I’ve never been good at it. Letting go of people, of friendships or relationships. That kind of thing. Because of it, my boundaries aren’t always what they should be.
I grew up in a glass house, in a small town. I came from a long line of lawyers, of politicians, of educators. I was raised to not make waves, most especially in public and never outside the family. Confrontations were not acceptable, no matter what the situation. “Always present a pleasant face” was a phrase I heard often. And there were always expectations about my behavior, my friends, my relationships, my future.
with a rebel yell
Even as a kid, I was a rebel at heart. Never in a juvenile-deliquent kind of way, though. I just eschewed the image I was “encouraged” to project. I was just not built to be the cookie-cutter girl who had the right friends, who wore the right clothes, who dated the right boys, married the right man, had the right career. None of that was what I wanted for myself. I rebelled in a big way when I pushed aside the heels for combat boots, quitting college and going active duty in the Army. To say that caused upset would be an understatement. It was never fully accepted by most of my family, just tolerated.
For a long time, I thought I shed all that, that I’d moved past giving a damn. I mean, after all, I am a fifty-year-old woman with a hawk, tattoos, and piercings. But there are some things that I’ve come to realize have become ingrained within me. And that became clear over the last few years.
being a good girl
Boundaries and letting go… two things I suck at. Those lessons of always presenting a pleasant face, of not making waves, of avoiding uncomfortable confrontations, stuck with me more than I realized.
Manners are a wonderful thing. The last thing I’d ever want to do is hurt another person. But there is a fine line sometimes between maintaining civility with others and becoming a doormat. And that line hasn’t always been crystal clear for me. There have been an embarrassing number of times that I’ve allowed people to treat me badly, rather than confront them and stand up for myself. Why? Because I was taught to avoid exactly that. When you teach a kid, especially a girl, that they shouldn’t make waves, that they should never confront someone, it does nothing but teach them that their own feelings don’t matter. That everyone else’s feelings are more important, more valid, than their own.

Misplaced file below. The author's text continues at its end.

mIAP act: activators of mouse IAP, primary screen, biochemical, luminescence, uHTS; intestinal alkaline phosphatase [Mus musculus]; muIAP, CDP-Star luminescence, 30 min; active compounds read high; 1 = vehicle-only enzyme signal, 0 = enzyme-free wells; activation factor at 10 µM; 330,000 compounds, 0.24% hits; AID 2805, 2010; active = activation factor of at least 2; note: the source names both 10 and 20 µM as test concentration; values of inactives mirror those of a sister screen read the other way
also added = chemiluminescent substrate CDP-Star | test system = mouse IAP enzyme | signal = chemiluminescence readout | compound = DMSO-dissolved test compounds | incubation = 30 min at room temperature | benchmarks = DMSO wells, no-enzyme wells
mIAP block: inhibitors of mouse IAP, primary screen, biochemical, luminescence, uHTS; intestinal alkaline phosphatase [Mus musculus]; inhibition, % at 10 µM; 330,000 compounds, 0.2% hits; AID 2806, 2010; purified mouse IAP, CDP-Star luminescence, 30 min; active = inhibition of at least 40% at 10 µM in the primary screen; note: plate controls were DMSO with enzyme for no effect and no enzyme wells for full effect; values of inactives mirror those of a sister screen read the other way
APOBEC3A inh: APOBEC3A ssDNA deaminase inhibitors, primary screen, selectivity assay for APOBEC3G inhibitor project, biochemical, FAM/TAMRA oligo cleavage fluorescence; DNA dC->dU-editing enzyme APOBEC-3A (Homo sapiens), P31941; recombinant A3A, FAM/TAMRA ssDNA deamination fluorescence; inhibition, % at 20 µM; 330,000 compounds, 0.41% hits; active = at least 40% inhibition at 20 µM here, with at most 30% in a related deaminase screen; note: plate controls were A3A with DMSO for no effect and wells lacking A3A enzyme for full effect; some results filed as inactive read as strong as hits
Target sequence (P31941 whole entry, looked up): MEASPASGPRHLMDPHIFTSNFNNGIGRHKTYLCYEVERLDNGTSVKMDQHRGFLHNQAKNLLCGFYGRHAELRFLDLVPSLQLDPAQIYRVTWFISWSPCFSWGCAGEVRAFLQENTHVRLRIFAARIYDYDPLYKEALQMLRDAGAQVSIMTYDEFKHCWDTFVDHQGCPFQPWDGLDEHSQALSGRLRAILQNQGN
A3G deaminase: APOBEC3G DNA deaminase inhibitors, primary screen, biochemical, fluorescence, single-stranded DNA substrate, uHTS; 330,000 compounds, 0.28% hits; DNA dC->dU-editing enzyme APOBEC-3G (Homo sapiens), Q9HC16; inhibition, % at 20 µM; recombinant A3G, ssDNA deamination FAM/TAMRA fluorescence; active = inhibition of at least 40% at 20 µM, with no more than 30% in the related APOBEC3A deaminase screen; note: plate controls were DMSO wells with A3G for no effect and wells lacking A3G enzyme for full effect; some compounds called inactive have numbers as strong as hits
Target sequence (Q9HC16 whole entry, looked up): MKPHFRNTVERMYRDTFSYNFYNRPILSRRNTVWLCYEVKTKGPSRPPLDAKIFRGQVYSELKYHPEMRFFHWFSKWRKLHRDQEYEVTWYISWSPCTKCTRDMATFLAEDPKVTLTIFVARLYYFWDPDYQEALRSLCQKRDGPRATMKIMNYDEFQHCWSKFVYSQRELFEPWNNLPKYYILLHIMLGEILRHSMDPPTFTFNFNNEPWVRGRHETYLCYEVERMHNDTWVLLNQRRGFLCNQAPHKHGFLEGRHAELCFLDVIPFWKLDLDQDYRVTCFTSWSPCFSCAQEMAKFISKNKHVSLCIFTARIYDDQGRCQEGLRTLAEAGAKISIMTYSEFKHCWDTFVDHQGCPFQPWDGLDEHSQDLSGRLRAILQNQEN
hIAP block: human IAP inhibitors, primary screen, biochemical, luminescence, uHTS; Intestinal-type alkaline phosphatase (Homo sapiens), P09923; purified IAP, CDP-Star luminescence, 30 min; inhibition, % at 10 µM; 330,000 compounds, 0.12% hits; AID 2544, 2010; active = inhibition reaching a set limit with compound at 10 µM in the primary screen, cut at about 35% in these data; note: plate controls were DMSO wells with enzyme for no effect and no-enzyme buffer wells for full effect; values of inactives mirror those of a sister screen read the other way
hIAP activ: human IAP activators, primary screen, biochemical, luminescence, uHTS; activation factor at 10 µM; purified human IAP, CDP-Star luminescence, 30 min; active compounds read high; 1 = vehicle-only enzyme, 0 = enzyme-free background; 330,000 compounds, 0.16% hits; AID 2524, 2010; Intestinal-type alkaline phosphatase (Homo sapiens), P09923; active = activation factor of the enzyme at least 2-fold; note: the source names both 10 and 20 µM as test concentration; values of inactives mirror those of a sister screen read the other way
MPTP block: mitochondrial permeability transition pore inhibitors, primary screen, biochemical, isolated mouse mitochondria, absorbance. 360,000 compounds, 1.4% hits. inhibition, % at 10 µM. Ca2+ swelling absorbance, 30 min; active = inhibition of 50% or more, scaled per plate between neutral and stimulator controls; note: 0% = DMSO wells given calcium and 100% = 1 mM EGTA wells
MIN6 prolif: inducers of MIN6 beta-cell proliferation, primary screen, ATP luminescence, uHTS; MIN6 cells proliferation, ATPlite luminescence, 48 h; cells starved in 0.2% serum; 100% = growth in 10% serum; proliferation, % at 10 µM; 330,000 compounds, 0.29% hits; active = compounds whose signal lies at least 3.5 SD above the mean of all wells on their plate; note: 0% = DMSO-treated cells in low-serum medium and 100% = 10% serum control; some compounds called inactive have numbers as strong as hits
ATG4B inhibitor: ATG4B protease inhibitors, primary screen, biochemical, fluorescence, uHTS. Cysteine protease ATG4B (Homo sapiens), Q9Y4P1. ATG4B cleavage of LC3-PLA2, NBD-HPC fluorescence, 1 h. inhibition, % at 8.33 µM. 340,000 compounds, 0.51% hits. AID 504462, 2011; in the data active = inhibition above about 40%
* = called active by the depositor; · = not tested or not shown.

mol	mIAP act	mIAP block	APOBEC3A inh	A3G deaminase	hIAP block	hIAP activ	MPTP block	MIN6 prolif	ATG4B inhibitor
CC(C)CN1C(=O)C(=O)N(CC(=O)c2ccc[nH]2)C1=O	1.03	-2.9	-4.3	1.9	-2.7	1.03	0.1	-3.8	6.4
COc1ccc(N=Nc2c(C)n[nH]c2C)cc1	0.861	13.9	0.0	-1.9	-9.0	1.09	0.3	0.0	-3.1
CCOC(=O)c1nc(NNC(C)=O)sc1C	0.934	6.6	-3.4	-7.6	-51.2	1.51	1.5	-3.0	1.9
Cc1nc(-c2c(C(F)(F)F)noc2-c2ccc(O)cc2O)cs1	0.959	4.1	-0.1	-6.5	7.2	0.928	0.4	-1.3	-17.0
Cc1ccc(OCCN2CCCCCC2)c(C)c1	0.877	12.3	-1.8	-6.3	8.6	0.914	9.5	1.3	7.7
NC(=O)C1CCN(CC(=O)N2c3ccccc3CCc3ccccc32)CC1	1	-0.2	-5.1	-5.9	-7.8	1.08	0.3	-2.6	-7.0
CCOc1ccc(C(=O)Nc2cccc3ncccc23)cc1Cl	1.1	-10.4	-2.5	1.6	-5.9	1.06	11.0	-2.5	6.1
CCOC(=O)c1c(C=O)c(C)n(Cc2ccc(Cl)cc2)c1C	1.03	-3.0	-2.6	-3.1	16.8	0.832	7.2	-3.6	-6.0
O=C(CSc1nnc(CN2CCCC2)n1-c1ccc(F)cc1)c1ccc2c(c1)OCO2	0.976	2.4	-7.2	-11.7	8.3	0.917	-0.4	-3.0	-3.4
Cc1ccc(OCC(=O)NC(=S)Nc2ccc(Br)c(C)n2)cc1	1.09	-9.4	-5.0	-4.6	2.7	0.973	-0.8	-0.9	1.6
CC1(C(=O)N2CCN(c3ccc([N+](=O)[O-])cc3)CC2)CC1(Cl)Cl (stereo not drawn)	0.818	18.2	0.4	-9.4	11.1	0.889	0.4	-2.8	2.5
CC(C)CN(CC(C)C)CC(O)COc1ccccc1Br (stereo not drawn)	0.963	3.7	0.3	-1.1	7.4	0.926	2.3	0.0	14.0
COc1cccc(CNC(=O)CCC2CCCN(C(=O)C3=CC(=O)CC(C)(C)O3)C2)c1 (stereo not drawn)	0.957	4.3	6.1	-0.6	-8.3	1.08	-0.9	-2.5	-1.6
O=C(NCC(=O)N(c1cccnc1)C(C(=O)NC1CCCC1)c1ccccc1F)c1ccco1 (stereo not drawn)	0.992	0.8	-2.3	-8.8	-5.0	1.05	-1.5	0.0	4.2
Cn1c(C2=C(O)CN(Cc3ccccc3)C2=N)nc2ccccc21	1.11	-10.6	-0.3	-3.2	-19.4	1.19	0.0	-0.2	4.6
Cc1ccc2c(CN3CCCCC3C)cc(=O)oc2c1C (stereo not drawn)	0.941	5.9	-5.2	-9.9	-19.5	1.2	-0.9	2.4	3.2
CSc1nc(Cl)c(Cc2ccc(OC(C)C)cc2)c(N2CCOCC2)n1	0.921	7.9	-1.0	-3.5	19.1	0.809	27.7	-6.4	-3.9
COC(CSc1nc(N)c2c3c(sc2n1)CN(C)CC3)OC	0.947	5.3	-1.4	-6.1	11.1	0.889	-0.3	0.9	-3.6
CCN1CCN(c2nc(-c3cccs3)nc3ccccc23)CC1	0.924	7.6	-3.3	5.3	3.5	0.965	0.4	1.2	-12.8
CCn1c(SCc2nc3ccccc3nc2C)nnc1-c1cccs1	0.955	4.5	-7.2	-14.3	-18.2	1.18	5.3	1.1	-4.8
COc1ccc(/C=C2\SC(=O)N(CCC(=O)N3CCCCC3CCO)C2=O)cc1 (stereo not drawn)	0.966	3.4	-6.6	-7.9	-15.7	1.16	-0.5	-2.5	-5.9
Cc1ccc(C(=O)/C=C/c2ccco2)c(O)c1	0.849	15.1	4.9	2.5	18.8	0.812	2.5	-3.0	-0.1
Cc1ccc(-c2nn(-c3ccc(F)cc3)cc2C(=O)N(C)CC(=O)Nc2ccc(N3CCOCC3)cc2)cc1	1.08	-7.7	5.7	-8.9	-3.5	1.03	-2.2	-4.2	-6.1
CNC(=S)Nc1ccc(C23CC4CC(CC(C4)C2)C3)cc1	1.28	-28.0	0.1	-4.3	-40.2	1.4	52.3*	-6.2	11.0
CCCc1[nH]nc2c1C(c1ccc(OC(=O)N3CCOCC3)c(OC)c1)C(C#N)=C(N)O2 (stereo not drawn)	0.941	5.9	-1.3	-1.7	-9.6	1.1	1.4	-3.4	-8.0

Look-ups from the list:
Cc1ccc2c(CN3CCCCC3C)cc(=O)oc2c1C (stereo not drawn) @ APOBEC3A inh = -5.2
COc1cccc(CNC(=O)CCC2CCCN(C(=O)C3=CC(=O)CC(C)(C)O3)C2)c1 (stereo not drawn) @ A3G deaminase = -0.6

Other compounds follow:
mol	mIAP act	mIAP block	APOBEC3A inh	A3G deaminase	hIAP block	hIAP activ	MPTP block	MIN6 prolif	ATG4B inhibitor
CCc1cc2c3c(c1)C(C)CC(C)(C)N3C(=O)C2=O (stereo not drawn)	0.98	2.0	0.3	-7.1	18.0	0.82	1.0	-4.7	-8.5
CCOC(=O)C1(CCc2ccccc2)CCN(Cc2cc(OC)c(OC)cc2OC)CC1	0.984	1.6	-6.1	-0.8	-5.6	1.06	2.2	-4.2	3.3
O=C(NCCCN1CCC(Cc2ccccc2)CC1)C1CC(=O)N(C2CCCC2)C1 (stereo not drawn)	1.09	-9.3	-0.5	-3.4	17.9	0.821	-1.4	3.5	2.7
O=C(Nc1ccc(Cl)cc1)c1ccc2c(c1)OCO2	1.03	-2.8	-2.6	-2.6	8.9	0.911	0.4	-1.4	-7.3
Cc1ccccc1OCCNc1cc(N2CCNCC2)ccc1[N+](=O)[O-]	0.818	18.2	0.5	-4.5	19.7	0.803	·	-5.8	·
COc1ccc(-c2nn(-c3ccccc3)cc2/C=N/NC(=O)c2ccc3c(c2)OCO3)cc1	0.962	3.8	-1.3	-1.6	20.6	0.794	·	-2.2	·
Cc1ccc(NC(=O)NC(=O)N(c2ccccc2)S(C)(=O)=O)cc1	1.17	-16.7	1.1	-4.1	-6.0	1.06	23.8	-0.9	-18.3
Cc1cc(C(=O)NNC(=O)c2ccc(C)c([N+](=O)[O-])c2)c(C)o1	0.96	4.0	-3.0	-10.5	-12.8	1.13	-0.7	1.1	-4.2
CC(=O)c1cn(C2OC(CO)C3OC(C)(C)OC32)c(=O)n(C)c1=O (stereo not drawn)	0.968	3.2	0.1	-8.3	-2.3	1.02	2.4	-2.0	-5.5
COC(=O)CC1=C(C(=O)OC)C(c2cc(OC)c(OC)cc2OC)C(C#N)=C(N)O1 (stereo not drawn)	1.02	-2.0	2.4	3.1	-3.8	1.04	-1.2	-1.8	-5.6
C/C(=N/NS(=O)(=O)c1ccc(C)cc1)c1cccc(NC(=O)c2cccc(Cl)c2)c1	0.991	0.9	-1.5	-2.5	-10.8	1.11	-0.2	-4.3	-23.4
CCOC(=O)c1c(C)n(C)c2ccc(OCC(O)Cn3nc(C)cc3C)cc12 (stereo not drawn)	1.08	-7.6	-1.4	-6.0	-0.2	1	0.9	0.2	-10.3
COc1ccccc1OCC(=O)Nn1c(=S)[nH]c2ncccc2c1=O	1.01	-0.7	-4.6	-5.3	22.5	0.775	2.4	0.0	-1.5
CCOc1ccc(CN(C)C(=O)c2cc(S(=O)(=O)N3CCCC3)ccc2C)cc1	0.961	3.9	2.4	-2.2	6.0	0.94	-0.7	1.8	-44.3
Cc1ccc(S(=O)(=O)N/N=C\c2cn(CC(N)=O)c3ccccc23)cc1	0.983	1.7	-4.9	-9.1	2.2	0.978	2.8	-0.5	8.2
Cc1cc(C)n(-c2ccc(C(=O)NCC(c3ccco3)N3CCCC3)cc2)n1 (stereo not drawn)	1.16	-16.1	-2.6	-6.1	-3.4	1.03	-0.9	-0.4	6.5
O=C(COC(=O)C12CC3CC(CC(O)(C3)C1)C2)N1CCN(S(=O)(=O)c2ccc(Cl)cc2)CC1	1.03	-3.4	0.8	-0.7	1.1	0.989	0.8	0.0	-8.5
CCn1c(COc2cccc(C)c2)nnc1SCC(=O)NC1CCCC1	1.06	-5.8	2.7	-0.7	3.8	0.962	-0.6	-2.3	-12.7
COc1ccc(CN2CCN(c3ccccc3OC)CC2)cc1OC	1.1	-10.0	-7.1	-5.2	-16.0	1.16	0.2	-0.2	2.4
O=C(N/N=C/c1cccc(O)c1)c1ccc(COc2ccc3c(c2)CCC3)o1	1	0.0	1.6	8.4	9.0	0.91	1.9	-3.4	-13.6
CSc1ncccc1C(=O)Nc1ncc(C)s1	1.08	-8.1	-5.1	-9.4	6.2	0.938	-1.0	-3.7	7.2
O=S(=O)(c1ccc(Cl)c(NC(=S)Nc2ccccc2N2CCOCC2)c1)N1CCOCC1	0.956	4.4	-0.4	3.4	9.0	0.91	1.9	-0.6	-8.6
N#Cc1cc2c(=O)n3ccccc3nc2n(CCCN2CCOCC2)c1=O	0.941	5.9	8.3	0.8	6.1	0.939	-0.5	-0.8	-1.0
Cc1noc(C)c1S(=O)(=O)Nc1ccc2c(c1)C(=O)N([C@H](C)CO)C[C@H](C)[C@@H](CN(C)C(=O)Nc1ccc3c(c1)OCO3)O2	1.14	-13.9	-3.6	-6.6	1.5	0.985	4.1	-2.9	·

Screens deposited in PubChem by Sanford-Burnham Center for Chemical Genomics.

I still struggle with that, and the struggle became really real the last few years.
trimming the tree
There is no question that this country has been in turmoil in recent years. I think it began to be truly obvious the moment Barack Obama was elected, but when Trump came on the scene, it got exponentially worse. I watched and listened as people said things that shook me to the core, many of them people I thought I knew.
It became more than a difference of opinion. It became a difference of values, of morals. My cousin Amy called it “trimming the tree.” It isn’t about getting rid of people who aren’t like-minded. It’s about not surrounding yourself with people whose values are so fundamentally different.
A difference of opinion is disagreeing over taxes, over budgets, things like that. A difference of values and morals is taking away the rights of human beings for any reason. Refusing same-sex couples the same rights as opposite-sex couples. Embracing misogyny. Classifying neo-Nazis as “misunderstood” people. Accepting racism by discounting the very real struggles for BIPOC.
To name a few.
Did I trim the tree? Absolutely. But it hurt my soul, especially when it was someone I knew. And the truth is… there are still some in my life with whom I have irreconcilable differences. And yet I still haven’t found the strength to trim away that branch.
But I need to.
by Faery Ink